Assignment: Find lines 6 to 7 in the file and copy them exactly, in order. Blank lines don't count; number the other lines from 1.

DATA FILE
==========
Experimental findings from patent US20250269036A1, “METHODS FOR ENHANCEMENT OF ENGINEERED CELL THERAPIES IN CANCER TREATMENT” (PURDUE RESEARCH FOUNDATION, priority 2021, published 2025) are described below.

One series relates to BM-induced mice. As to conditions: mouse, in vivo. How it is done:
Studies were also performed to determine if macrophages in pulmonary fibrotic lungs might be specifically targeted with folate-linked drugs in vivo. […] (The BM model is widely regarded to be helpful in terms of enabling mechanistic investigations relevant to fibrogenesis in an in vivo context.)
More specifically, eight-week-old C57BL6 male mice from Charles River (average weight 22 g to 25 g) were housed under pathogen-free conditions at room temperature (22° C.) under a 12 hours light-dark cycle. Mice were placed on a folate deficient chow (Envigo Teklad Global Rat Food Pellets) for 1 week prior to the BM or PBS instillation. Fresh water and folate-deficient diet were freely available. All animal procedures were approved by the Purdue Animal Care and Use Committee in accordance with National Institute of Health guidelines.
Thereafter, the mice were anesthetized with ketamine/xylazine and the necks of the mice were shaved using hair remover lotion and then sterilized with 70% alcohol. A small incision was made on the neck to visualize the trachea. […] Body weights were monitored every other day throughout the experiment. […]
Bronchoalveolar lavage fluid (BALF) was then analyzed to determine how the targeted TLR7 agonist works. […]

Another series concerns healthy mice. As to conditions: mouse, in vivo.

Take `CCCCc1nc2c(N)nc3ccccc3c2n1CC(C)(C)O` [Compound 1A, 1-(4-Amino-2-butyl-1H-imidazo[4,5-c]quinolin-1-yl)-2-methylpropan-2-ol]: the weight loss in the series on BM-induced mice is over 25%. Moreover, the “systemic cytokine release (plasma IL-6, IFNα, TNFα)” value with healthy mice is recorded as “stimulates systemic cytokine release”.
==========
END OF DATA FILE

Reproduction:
Bronchoalveolar lavage fluid (BALF) was then analyzed to determine how the targeted TLR7 agonist works. […]

Another series concerns healthy mice. As to conditions: mouse, in vivo.